By Tonya Garcia, MarketWatch
A meatless meal was once a radical proposition for many consumers.
Now that health and wellness concerns are top of mind and plant-based meats offer up new and delicious flavors, a diet where vegetables and protein alternatives show up prominently is much more commonplace.
”Plant-based alternatives have absolutely gone mainstream and are gaining much more acceptance among consumers,” said Lizzy Freier, managing editor at Technomic, a data and analytics provider for the food-service industry.
“As people become more familiar with it, it’s now being integrated as something that’s just as tasty as traditional meat and something that’s sustainable. So I think the focus of late has been more on taste and sustainability and less on health.”
Market research firm CFRA forecasts that the global alternative meat industry will grow to $100 billion in sales by 2030, up from about $19 billion in 2018. As of October 2019, analysts estimated that the U.S. alternative meat market was only about $2.4 billion.
The global meat market is about $1.4 trillion.
At first, plant-based alternatives were viewed mostly through the wellness lens.
“That health piece has become cost of entry and now consumers are talking about taste,” said Risa Schwartz, global lead for consumer insights and analytics at Tyson Foods inc. (NYS:TSN)
There’s a “reframing” of protein going on, Schwartz said, such that consumers are looking for it in different places and at different times of day. That includes snacks and breakfast.
In addition, plant-based alternatives are showing up on children’s plates as millennials pass on their desire for a more diverse menu.
“Parents are more willing to have kids try new things, but it’s about the form it takes,” Schwartz said.
Tyson’s plant-based protein brand Raised & Rooted offers nuggets for these young consumers, Schwartz says, as an example. It’s a familiar food made in a new way.
Raised & Rooted was available in 7,000 stores as of November 2019. Kroger Co. (NYS:KR) also announced that it is launching its own private-label brand, Emerge: Plant Based Fresh Meats, adding the availability of these items.
Taste is a significant factor for Beyond Meat Inc. (NAS:BYND) , even as the company emphasizes it as an eco-friendly alternative.
“We are proud of our products today, but are committed to a rigorous cycle of rapid and relentless innovation that includes a continual search for simple, non-GMO inputs from plants that will enable us to offer better products in both taste and nutrition,” said Ethan Brown, Beyond Meat’s chief executive, on the most recent earnings call, according to a FactSet transcript.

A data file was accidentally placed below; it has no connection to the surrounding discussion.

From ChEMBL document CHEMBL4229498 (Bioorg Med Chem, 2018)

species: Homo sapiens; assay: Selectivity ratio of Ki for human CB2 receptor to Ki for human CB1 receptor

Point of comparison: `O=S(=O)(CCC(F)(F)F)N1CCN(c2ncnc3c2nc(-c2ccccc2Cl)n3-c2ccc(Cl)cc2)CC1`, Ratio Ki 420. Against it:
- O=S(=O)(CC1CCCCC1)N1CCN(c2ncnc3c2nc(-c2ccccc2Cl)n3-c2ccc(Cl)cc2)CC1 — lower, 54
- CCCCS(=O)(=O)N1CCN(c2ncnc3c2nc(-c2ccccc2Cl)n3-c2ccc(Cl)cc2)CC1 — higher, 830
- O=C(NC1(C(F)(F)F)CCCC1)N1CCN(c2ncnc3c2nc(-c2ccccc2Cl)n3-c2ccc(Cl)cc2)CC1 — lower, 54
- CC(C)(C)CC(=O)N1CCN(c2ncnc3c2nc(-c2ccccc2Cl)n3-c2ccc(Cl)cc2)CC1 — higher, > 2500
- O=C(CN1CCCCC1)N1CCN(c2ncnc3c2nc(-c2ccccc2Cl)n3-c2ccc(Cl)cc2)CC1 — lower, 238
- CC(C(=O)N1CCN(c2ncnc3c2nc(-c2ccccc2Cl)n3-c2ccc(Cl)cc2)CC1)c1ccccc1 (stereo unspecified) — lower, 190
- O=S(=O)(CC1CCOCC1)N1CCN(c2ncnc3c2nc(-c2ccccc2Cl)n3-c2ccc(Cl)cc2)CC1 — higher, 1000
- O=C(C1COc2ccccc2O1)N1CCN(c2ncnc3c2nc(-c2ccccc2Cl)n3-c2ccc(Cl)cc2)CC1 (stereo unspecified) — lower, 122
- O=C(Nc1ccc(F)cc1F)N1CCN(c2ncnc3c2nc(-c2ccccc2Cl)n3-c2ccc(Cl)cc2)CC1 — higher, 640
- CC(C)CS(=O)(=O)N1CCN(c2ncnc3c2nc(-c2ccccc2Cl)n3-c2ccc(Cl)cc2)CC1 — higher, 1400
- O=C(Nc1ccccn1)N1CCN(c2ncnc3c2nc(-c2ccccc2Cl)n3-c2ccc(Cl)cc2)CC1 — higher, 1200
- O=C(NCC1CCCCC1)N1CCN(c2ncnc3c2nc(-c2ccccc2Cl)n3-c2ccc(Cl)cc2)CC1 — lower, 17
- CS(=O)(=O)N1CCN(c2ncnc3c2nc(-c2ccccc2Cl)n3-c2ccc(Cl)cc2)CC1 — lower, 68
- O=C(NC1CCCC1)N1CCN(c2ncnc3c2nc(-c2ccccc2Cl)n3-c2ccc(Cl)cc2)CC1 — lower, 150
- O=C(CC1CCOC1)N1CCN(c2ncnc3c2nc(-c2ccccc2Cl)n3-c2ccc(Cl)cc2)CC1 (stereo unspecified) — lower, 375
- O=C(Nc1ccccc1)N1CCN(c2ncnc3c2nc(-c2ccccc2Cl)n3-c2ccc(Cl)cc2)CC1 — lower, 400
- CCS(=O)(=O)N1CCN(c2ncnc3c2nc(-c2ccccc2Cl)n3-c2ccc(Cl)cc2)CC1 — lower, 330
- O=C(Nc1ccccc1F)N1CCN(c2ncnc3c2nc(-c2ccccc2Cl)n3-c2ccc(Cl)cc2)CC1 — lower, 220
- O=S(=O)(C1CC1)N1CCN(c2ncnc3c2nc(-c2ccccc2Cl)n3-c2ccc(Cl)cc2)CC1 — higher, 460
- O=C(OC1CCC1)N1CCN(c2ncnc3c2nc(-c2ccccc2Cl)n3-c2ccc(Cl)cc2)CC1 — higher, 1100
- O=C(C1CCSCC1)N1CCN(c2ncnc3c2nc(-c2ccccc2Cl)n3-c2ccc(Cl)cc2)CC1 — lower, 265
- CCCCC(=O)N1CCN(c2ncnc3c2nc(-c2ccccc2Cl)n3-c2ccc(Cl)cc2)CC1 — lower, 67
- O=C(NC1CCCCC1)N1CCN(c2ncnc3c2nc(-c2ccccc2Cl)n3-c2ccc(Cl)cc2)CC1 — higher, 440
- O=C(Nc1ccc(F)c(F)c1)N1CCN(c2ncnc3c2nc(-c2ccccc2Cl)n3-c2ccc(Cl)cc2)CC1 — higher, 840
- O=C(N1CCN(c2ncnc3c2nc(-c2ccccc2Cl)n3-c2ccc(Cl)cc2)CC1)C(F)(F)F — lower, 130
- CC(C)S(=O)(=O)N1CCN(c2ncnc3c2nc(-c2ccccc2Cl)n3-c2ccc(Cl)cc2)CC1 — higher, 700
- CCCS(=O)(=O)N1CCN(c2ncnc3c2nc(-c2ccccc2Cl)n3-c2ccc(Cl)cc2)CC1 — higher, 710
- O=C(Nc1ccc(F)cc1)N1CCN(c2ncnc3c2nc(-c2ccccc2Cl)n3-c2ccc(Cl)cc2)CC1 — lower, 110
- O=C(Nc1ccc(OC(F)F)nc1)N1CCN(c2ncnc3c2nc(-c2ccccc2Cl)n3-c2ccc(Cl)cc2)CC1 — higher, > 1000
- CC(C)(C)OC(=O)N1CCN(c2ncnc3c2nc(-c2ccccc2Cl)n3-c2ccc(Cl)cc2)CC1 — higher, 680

Beyond Meat stock rallied 7.2% in Friday trading and has gained 28% over the past month, but the stock is still down nearly 27% over the last three months. The S&P 500 index (S&P:SPX) is up 10% for the past three months.
Taste has been the most important upgrade in recent years, says Mark Kalinowski, chief executive of Kalinowski Equity Research.
“The technology has improved so that you have people bite into a plant-based beef burger and can’t tell the difference from an actual beef burger,” he said.
More than half of U.S. consumers say meat alternatives should mimic the taste of real meat, according to Mintel. And more than one in five consider themselves flexitarians, meat eaters who mix in some vegan and vegetarian meals.
Fast-food restaurants, many of which serve mainstream dining options like burgers and chicken sandwiches, have jumped into the plant-based meat trend enthusiastically. Items like Burger King’s Impossible Whopper, Dunkin’ Brands’ (NAS:DNKN) Beyond Sausage Sandwich and Carl’s Jr.’s Beyond BBQ cheeseburger are just some of the dishes that have flooded menus across the U.S. in recent months.
Burger King is part of the Restaurant Brands International Inc. (NYS:QSR) portfolio.
Kalinowski takes a wait-and-see approach to the future of plant-based alternatives in terms of how big it will get and how much time it will take to get there. But he does think the future is a bright one for plant-based proteins now that they’ve already become more widely accepted.
Nearly a third of consumers (32%) would like more restaurants to offer protein substitutes for meat, poultry and seafood, according to data compiled for one of Technomic’s 2019 Center of the Plate reports.
And more than a third of millennials (36%) would likely try a plant-based beef alternative if it were available.
“The Impossible Whopper brought in incremental customers,” said Kalinowski. “They don’t just want the same customer changing their order. They want traffic growth.”